This is not the usual series on the Watergate affair. The center of the story is indeed the scandal that overwhelmed US politics but the perspective from which it is faced has new and interesting features. Gaslitthis is the title of eight-episode miniseries released weekly on Starz Play, follows the historical events not from the journalistic point of view – already inflated audiovisually – but from that of the political undergrowth present in those years in the White House. The fulcrum of the story, which however has a strongly choral narrative matrix, is the character of Martha Mitchell (the always very good Julia Roberts), wife of Nixon Attorney General John Mitchell (Sean Penn) and his loyal right-hand man. Martha is a strong-willed woman, who belongs to Arkans high society and undoubtedly charismatic and oratorical gifts. A staunch Republican electrician, Mitchell is among the first to draw public attention to Nixon’s involvement in the Watergate affair, bringing both the presidency and his personal life to a breaking point.
Parallel and in concert with the Mitchell affair, a series of other characters who work in Nixon’s re-election committee move and who alternatively try to cover up the thing or to bring out details through a work of espionage of the opponents. Among them stands out in particular John Dean (played by Dan Stevens), a young rampant and seeking professional achievement who struggles to find a decisive position within the prosecutor’s office.
The series, very solid from the point of view of writing and wisely orchestrated, is based on the first season of the Slow Burn podcast (conceived by Leon Neyfakh) and is created by Robbie Pickering, produced and shot by Matt Ross and stars Sam Esmail as executive producer (in the same role also for Mr Robot And Homecoming, the latter series also adapted from a podcast, also created by Esmail). The cast stars Julia Roberts and Sean Penn (heavily made up) alongside high-quality supporting actors such as Dan Stevens (Downton Abbey, Legion) and Betty Gilpin (Glow).
What are Gaslit’s themes?
Gaslit approaches the Watergate case from a fundamentally political perspective. This is the narrative environment and the cut that is given to the story, the context that is investigated in its nerve centers starting from the subjects who live there up to the families and personal relationships tangential to it. For those who know thoroughly the dynamics of American politics and systems of power it will certainly be an interesting product that investigates in depth a peculiar narrative environment. But Gaslit also manages to conquer an audience – sophisticated – of non-initiates, showing the ability, typical of great American serial writing, to outline characters with a strong three-dimensionality, engaging and deeply human in the doubts and insecurities that animate them. Certainly having great interpreters available makes this feature explode to its maximum but the narrative solidity and the choice – very happy – to return a story from the choral matrix allow the series to be both broad and profound at the same time.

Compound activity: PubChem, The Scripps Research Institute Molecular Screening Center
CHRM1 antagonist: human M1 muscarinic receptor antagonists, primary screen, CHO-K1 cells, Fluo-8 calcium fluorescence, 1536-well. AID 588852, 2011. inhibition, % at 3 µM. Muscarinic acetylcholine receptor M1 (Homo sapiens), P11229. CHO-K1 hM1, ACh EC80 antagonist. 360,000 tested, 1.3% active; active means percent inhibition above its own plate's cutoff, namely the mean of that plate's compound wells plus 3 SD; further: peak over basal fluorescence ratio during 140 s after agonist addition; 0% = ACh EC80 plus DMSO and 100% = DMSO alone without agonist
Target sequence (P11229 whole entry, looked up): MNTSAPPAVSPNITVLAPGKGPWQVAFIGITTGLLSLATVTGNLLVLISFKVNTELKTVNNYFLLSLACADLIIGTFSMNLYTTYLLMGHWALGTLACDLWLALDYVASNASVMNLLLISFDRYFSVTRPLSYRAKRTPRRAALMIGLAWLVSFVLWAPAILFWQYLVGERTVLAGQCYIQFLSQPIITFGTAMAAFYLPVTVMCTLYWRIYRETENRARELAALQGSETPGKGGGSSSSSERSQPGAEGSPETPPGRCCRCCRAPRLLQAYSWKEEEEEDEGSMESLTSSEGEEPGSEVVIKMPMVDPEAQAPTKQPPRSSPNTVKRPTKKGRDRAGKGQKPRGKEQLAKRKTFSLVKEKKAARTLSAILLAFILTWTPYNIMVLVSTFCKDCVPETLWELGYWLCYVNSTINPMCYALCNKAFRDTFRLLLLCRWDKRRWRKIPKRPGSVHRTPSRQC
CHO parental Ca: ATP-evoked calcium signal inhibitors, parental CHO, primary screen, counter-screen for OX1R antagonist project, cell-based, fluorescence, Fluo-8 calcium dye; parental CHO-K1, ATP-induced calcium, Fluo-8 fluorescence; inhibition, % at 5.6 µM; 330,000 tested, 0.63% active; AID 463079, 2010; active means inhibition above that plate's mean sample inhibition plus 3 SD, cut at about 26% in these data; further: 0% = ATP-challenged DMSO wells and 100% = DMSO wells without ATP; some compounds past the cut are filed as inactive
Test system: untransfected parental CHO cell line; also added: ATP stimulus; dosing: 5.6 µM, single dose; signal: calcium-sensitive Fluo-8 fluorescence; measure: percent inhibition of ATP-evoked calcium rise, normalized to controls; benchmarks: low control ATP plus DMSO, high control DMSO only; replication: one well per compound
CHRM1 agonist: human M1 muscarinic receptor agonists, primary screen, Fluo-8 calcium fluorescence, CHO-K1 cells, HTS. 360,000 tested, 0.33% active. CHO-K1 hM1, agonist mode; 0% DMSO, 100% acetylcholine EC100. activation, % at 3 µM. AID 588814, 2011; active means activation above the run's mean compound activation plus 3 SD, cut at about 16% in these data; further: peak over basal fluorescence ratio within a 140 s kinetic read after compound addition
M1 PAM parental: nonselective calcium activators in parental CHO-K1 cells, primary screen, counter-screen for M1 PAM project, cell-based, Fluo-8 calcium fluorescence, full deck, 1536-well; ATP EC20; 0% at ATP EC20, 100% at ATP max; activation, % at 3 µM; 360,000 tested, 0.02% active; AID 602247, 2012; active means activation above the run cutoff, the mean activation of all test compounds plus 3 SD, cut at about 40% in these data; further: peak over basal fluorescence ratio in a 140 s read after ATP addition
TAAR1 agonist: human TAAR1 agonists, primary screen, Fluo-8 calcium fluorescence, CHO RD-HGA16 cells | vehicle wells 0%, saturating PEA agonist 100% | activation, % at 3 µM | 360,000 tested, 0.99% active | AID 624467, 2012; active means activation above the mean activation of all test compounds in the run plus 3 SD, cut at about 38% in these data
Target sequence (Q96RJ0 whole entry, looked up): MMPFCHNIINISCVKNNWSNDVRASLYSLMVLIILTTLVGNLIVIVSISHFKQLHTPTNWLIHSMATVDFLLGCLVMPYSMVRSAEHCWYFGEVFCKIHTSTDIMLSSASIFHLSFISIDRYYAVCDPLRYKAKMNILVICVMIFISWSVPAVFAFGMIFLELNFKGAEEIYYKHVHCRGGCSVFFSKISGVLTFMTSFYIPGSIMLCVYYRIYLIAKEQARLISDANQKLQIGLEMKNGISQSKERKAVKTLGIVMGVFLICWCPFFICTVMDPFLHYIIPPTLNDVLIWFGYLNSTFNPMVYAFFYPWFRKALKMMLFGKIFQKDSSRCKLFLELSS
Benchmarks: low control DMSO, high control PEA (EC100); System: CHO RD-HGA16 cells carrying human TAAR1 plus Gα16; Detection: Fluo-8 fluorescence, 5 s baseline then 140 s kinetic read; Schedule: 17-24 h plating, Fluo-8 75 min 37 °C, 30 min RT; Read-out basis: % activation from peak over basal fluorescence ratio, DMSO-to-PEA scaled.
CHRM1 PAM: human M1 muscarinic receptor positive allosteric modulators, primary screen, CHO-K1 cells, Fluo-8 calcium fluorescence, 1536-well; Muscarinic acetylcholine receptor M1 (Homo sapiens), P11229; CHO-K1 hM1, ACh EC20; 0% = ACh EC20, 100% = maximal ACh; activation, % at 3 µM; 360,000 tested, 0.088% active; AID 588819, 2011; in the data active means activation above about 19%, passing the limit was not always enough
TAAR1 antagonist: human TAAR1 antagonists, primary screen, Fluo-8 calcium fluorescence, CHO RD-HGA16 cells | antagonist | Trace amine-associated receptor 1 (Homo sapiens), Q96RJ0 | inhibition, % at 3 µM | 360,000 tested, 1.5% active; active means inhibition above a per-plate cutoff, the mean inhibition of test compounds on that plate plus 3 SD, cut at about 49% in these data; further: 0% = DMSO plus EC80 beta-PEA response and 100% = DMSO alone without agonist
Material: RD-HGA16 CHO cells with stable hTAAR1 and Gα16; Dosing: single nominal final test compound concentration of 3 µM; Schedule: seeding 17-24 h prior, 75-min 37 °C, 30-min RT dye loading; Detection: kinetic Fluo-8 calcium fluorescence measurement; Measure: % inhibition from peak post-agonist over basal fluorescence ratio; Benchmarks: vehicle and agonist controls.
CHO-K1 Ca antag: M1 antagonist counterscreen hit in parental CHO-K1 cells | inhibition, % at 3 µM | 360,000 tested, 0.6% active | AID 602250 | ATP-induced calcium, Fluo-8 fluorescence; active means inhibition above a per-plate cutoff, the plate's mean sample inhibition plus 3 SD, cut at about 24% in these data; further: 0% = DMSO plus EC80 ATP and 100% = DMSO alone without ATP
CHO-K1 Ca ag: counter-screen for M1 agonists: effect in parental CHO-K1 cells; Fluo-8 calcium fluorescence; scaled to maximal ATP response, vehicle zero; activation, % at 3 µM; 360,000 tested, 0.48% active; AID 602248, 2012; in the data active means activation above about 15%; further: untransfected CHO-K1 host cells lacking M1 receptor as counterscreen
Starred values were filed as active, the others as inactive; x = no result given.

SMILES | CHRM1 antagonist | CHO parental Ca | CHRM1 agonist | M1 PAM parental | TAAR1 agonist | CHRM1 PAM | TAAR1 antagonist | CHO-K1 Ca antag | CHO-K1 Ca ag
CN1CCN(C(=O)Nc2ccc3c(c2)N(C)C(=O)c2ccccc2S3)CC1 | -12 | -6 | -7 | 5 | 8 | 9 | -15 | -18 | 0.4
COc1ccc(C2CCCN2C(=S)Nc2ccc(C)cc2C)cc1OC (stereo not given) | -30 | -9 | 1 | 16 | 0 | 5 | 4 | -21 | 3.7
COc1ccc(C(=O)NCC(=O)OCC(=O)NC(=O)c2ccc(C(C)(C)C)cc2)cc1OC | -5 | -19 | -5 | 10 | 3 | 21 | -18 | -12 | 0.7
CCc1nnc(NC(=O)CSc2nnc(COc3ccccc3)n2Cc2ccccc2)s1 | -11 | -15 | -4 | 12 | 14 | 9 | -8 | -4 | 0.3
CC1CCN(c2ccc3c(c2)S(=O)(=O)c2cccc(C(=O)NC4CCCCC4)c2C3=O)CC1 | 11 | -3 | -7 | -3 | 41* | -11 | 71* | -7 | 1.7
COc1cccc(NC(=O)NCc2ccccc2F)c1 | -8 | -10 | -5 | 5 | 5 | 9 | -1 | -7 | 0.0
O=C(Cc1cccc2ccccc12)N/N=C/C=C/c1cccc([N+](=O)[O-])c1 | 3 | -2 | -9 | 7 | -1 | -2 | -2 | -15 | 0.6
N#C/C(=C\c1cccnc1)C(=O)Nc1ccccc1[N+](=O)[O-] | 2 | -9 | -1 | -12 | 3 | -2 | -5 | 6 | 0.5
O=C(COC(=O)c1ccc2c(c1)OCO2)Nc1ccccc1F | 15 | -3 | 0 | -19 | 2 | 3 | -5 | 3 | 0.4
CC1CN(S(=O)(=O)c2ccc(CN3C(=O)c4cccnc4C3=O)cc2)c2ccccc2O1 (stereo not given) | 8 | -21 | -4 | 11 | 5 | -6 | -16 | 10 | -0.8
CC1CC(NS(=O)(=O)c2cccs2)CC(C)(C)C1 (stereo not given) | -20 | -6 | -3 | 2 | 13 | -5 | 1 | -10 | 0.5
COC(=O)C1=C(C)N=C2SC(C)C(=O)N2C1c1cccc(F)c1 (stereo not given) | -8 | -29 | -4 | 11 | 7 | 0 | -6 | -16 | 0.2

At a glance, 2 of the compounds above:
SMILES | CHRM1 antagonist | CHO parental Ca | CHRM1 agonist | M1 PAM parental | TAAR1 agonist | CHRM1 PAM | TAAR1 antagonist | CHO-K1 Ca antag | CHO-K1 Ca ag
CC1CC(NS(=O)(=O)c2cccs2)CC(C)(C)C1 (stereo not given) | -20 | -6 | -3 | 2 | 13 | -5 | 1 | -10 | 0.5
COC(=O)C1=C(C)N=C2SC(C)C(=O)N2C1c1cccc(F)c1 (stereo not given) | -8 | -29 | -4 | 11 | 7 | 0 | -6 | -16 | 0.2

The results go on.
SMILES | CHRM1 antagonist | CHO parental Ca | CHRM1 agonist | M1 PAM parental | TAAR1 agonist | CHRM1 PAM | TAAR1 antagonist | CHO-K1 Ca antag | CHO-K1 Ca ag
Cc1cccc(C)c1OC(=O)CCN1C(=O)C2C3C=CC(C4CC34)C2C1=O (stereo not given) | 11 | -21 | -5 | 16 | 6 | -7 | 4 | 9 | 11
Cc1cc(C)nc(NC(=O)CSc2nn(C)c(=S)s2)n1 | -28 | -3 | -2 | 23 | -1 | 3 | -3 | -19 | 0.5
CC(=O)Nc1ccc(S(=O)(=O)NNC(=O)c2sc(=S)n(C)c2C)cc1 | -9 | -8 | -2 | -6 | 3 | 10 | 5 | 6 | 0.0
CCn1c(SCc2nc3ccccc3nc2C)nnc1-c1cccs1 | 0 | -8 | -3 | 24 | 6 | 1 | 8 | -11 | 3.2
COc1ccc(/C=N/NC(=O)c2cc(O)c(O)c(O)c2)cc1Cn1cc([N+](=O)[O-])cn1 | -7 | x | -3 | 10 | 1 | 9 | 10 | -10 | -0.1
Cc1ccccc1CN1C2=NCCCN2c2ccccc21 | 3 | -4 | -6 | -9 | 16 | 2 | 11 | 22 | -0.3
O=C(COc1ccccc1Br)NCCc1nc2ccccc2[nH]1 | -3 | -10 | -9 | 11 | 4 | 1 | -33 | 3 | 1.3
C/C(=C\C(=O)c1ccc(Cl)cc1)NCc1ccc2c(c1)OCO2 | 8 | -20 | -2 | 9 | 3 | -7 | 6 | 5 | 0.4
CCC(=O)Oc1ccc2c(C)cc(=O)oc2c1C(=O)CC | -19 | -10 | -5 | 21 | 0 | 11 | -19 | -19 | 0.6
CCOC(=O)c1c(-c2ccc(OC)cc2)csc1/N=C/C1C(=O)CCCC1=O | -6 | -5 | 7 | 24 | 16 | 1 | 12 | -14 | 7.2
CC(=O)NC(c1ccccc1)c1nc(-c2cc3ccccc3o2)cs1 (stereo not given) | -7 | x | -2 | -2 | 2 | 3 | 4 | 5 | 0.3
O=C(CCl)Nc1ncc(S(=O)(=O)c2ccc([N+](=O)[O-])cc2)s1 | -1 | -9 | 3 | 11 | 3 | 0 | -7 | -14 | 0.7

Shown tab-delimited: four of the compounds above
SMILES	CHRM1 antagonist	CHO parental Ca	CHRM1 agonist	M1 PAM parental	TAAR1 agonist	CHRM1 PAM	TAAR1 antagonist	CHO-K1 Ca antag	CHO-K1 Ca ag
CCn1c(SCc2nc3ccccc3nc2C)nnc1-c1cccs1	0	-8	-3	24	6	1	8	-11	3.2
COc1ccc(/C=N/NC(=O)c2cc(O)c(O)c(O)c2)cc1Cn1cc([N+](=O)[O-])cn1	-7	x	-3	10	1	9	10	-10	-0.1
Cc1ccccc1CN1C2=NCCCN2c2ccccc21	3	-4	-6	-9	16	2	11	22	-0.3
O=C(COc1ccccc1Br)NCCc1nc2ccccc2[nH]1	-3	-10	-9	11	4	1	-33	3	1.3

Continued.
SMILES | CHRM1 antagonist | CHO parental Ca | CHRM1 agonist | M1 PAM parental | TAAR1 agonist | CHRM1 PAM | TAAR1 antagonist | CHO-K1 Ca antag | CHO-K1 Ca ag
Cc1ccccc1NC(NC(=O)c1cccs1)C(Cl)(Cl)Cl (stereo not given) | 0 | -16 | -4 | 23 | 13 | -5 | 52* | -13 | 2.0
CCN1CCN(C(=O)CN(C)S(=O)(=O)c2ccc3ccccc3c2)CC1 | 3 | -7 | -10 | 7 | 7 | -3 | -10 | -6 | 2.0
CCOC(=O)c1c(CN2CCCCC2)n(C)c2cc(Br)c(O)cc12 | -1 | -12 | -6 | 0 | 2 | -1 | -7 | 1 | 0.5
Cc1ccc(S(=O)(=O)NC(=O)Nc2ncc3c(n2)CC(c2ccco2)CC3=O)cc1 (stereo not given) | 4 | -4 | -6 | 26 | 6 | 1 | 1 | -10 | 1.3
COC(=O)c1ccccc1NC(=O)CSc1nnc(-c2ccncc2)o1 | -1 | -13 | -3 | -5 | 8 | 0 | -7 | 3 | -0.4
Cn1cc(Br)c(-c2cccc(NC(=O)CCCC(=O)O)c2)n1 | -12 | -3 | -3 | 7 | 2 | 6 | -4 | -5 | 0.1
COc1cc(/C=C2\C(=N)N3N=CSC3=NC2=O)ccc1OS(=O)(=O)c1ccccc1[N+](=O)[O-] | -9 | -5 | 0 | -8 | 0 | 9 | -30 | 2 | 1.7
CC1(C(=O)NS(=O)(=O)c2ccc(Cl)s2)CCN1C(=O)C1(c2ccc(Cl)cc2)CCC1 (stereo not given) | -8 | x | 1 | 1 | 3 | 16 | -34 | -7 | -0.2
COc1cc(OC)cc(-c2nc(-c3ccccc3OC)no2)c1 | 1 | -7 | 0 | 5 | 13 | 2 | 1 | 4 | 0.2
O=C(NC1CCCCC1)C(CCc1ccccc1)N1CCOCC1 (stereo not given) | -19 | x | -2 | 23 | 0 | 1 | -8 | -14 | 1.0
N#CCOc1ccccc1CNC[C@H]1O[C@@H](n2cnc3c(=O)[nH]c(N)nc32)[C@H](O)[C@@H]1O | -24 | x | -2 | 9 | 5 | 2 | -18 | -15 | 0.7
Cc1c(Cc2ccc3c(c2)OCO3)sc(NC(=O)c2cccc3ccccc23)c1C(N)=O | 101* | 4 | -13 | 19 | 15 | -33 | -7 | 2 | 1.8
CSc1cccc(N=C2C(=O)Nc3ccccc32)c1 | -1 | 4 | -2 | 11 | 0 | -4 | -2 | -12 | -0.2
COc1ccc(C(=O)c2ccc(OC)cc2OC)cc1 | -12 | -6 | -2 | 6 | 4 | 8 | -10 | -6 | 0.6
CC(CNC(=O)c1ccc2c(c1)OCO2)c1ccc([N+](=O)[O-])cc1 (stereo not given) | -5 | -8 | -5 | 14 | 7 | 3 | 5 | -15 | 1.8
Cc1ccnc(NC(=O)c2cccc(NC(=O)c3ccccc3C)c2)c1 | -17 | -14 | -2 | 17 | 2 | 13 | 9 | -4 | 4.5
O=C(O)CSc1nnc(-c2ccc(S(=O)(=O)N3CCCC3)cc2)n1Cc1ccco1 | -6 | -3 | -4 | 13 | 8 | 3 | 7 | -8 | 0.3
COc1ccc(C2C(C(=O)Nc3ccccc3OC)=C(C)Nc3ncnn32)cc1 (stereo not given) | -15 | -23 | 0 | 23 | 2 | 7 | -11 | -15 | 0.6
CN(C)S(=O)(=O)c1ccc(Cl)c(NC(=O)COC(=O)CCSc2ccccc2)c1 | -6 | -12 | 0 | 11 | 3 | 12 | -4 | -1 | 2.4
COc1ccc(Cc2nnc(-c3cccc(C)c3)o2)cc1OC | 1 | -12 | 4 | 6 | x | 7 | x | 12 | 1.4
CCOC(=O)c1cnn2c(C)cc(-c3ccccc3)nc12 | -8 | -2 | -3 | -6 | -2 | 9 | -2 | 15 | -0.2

What are the films that dealt with the Watergate affair?
A hot topic for American politics and public opinion, the Watergate case – and more generally the Nixon presidency – have already been the subject of numerous audiovisual products. Gaslit, as previously mentioned, adopts a fundamentally new narrative perspective but there are other films that have faced the Watergate from peculiar angles. Think for example of the famous “All the President’s Men” (1976) with Robert Redford and Dustin Hoffman, “The Intrigues of Power” (1995) with Anthony Hopkins and nominated for four Oscars, “The Post” (2017), directed by Steven Spielberg with Maryl Streep and Tom Hanks and “The silent man” (2017) with Liam Neeson and Diane Lane.
What is Gaslit’s tone in three bars?
“Muzio Scevola would be proud of you”.
“Learn to recognize snakes”.
“Find another wife if you want me to be silent or marry the portrait I made for you.”